Another Shooting Case Closed
Almost two years after the shooting that first paralyzed their son, Richard Velarde, and then eventually claimed his life, Richard’s parents, Jody and Butch, finally have a small sense of closure.
On Thursday, November 1, Michael Rollie, the man who’d been accused of shooting Richard (pictured here and profiled in the feature It Happened One Night) and three others during a wild spree in the streets of LoDo on Thanksgiving Eve 2005 was found guilty of three charges of attempted manslaughter, two charges of first-degree assault, one charge of second-degree assault, one charge of attempted first-degree murder and one for murder in the first degree. The last two charges pertained to Richard Velarde, the only victim to die as a result of the shooting.
While the defense attorney for Rollie (his third, not including Rollie’s short-lived attempts to represent himself) tried to paint Richard and several others involved in the night’s drama as gangbangers, red-clad Northside Mafia who antagonized Rollie to the point where he legitimately feared for his life and had to fight back, the jury didn’t buy it. Nor did they believe the defense’s claim that segments of videotape from inside Market 41 (now Cowboy Lounge), as well as security footage from outside both Market 41 and the Soiled Dove (now the Tavern Uptown), was conveniently missing. Instead, they seemed to take their cues from the prosecutor, who invoked John Locke’s words that a man’s actions are the best indications of his thought, and added that there was “nothing that suggests that there was a reason for Rollie to put bullets into people.”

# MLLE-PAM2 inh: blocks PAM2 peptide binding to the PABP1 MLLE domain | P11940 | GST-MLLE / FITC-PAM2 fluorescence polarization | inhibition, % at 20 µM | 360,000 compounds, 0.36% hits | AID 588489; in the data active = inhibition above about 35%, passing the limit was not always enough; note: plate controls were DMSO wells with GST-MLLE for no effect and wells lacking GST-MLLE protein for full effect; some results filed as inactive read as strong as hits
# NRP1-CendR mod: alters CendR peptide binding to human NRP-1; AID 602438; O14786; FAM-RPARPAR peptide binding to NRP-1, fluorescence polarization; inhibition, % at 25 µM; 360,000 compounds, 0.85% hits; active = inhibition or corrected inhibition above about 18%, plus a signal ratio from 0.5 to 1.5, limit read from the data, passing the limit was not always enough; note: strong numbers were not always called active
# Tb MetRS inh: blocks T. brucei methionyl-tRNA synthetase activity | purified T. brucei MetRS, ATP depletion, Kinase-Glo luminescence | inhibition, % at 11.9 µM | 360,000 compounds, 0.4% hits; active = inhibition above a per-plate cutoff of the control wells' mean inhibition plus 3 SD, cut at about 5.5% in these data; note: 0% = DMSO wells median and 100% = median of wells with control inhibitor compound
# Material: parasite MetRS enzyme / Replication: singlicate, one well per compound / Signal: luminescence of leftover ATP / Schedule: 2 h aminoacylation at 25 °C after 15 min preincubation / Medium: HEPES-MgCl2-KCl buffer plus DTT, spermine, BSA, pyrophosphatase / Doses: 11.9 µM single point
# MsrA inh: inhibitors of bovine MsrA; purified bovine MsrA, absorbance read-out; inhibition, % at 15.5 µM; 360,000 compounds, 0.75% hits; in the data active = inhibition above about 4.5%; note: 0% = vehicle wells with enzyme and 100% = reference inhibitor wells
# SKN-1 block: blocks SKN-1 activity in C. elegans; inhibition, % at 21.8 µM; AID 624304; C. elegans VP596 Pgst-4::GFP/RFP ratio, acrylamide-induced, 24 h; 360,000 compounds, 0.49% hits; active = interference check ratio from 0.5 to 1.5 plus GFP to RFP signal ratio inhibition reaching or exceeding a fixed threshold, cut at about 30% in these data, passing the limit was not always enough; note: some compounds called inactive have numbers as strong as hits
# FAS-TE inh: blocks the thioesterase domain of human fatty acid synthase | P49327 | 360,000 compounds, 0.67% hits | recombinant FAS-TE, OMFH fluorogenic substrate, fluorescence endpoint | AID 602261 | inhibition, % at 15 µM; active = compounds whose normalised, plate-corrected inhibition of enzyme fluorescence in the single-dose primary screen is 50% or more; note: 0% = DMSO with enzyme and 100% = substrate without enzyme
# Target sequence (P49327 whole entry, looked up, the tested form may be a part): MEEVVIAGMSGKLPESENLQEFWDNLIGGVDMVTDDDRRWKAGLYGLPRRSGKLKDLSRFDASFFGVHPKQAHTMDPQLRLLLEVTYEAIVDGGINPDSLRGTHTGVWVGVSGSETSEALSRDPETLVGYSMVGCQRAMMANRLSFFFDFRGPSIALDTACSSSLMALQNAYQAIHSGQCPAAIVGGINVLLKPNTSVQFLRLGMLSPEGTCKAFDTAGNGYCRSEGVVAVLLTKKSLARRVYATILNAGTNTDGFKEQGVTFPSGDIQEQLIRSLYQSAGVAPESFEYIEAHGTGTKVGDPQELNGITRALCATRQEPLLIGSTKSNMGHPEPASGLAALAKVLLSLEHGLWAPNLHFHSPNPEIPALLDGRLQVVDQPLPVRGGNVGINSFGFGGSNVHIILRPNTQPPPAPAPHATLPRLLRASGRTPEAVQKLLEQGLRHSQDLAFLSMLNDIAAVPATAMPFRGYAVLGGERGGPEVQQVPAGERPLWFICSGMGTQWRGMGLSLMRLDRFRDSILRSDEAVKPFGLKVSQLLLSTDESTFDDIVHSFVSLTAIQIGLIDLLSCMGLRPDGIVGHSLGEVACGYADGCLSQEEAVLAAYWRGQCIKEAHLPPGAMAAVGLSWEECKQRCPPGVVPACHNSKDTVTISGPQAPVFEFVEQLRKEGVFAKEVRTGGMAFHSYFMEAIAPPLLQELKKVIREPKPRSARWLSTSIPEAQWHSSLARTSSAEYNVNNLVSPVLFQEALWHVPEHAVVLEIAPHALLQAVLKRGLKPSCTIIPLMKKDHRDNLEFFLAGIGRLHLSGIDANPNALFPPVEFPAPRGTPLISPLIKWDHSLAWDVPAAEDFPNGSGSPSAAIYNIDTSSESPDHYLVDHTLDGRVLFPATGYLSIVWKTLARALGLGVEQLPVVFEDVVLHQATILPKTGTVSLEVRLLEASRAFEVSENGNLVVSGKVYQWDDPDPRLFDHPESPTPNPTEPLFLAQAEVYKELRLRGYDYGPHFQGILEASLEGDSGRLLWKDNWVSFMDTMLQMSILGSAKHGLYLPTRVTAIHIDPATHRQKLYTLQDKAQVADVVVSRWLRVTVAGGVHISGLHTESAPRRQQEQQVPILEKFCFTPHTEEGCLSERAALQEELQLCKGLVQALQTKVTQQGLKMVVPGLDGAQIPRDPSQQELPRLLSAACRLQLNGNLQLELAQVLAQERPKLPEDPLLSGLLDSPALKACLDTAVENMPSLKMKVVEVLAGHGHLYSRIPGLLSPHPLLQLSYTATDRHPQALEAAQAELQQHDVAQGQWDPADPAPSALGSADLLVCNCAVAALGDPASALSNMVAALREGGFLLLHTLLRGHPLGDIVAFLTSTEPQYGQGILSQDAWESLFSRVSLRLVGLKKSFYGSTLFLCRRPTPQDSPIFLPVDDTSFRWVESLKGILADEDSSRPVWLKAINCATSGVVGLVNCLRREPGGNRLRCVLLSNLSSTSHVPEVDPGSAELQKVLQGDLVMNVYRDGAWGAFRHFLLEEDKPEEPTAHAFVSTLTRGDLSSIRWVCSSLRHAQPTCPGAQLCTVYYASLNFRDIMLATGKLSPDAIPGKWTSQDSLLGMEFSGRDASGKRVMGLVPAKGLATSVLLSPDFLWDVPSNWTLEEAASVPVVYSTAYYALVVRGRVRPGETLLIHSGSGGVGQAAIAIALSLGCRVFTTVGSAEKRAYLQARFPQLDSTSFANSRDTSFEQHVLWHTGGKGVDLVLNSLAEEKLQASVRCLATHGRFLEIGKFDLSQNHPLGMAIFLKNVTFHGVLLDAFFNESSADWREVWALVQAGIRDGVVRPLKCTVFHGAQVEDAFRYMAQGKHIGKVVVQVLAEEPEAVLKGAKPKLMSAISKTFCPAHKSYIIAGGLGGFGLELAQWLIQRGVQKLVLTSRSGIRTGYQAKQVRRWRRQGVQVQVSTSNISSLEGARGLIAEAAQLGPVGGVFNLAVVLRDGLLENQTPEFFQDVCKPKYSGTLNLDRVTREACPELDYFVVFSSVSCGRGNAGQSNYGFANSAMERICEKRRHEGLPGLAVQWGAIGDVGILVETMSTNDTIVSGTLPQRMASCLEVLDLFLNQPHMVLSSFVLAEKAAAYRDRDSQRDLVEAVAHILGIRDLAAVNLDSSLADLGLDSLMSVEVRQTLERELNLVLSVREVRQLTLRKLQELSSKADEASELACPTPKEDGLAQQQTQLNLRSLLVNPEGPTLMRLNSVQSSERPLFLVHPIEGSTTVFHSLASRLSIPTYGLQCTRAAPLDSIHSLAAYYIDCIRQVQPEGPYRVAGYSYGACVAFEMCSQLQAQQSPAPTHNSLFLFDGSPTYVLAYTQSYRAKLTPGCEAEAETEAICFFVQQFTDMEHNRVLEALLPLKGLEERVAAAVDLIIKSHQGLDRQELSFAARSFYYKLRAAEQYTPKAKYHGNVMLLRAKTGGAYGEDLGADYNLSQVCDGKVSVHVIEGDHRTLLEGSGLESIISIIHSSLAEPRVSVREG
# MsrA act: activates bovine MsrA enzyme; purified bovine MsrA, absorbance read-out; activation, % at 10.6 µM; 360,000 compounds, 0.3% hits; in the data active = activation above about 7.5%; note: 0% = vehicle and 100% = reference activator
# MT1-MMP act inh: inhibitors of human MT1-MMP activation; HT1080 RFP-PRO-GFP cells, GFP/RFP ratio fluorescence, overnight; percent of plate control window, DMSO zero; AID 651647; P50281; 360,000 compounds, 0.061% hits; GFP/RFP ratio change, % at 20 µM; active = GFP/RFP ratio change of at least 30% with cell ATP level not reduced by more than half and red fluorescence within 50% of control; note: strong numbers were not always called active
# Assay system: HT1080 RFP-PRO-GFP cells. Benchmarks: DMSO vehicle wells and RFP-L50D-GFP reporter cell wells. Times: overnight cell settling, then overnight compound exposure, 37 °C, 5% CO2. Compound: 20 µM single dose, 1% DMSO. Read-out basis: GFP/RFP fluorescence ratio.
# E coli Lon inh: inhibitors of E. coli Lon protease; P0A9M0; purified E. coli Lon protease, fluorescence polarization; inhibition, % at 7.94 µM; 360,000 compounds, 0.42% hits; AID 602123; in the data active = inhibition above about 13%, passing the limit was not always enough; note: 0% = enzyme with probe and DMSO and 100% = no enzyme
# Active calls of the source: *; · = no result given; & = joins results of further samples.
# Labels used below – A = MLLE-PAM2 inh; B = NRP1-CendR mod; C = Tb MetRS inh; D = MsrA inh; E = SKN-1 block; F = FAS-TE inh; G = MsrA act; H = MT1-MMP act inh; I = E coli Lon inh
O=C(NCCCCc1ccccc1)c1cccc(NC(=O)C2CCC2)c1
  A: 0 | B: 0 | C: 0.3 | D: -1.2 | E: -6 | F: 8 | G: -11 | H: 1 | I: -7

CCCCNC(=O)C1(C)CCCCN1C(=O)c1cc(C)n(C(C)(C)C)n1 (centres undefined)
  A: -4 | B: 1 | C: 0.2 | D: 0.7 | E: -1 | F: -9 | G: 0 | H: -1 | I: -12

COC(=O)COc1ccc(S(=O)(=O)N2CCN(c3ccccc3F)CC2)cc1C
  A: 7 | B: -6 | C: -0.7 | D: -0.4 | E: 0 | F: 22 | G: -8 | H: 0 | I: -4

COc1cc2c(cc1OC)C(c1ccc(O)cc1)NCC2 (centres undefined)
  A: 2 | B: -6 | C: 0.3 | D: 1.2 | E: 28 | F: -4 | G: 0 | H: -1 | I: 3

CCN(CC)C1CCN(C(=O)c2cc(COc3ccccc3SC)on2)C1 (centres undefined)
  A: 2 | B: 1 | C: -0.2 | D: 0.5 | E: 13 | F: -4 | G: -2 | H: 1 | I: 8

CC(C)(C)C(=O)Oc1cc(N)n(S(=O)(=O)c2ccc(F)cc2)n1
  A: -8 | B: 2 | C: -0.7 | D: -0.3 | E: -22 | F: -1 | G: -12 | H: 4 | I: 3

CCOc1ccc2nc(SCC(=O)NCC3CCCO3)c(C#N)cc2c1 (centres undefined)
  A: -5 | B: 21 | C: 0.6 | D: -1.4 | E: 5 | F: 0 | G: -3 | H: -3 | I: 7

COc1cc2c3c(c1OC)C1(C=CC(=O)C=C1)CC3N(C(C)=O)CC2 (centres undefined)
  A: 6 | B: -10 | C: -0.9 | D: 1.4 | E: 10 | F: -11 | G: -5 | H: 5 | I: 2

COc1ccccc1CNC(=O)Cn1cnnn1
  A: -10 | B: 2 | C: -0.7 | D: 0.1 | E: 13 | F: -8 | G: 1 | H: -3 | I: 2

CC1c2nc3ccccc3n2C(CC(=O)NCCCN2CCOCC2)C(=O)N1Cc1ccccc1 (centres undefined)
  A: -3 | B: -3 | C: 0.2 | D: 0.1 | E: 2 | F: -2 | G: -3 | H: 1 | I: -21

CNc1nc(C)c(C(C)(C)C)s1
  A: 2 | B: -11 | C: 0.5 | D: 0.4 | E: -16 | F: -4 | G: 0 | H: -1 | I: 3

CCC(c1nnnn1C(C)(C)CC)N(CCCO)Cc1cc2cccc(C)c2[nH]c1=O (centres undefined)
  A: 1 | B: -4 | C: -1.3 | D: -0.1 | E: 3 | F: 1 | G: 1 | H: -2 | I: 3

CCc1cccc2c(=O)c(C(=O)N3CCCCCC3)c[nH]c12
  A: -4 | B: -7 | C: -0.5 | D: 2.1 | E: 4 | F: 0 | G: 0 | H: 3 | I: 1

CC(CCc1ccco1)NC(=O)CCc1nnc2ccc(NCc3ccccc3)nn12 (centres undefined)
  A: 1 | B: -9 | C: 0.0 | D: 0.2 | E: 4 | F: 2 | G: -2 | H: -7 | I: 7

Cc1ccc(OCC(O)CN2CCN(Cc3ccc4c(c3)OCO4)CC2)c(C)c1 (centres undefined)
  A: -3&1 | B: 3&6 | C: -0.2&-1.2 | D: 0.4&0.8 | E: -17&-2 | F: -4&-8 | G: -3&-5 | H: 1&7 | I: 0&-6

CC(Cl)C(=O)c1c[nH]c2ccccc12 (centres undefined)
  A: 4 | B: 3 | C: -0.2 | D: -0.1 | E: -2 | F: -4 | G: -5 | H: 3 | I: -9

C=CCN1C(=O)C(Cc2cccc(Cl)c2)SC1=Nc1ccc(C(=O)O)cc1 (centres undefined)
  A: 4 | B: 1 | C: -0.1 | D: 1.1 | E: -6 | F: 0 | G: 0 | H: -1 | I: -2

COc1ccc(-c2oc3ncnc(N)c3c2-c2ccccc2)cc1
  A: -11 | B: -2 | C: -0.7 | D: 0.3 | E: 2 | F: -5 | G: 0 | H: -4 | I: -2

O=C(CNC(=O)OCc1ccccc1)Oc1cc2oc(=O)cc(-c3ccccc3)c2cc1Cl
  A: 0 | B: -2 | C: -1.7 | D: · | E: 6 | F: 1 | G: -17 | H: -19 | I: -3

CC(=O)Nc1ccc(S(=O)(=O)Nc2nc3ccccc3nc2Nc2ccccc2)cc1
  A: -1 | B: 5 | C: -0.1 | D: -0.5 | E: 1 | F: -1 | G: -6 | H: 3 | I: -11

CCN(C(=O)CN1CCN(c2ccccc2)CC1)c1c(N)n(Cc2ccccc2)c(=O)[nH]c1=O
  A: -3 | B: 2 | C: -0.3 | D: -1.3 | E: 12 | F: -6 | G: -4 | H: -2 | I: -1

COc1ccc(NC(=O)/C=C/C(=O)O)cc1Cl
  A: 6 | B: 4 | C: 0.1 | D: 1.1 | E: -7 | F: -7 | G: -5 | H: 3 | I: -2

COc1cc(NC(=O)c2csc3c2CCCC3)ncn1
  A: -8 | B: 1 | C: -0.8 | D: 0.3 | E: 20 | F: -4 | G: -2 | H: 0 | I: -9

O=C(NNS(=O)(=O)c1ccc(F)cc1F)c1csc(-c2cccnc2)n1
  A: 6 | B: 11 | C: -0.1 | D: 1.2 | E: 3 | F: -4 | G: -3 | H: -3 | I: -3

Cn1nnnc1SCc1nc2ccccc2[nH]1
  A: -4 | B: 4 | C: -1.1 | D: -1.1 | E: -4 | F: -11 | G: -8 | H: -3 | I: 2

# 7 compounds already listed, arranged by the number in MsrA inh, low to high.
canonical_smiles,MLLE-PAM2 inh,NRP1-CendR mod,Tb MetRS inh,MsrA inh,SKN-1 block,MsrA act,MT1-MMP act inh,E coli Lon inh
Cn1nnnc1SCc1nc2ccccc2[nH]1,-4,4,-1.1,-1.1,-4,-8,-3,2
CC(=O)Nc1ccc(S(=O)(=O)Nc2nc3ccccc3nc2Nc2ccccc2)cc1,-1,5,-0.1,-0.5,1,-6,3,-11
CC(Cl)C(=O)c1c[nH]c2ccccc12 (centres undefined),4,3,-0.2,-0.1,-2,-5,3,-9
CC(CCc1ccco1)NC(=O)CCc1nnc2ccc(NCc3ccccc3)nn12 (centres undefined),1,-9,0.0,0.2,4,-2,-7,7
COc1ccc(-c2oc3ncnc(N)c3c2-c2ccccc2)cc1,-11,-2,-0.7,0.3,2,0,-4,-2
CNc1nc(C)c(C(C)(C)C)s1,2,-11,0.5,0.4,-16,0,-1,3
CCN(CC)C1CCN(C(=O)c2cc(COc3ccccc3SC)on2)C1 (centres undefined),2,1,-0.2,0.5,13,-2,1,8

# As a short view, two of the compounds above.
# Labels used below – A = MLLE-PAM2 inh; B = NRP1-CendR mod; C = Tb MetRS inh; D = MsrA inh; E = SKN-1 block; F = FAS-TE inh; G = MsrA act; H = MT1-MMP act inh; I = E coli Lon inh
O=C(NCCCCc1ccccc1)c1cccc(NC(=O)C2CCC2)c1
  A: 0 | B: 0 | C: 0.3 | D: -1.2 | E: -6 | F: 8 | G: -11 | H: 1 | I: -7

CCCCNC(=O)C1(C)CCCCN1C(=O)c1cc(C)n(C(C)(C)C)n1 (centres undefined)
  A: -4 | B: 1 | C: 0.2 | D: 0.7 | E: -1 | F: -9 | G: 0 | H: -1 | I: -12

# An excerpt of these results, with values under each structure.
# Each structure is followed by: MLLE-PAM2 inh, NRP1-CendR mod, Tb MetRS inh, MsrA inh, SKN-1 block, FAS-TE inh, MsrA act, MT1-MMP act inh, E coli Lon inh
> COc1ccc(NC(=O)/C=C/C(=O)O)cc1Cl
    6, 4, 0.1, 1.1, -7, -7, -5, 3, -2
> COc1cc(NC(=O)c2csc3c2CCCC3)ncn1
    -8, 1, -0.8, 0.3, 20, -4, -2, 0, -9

The jury agreed, and convicted Rollie. A formal sentencing is set for December 18, but he’ll definitely be going away for a long time.
Richard’s mother is relieved by that. “You know, I’ve waited two years to have some kind of justice and as time went on I didn’t really even associate Rollie with my son’s death,” Jody says. “I tried not to. I focused my behavior on doing everything possible to make sure that this man could never hurt another family like he’s hurt ours. That was my goal. I could have been angry and furious, but I just tried to stay composed in court, to not do anything to get in the way. My mindset was making sure this guy was put away. It was very, very hard to sit through, though. I’m just glad this part of it is over.”
But the violence in LoDo continues. Early Sunday morning, a confrontation inside Hush, a club at 1403 Larimer Street, apparently led to another shooting spree in the area. Seven people were injured and one man, Ted Padilla, was killed.
In an ironic twist, Ted Padilla and Richard Velarde had once been friends. – Adam Cayton-Holland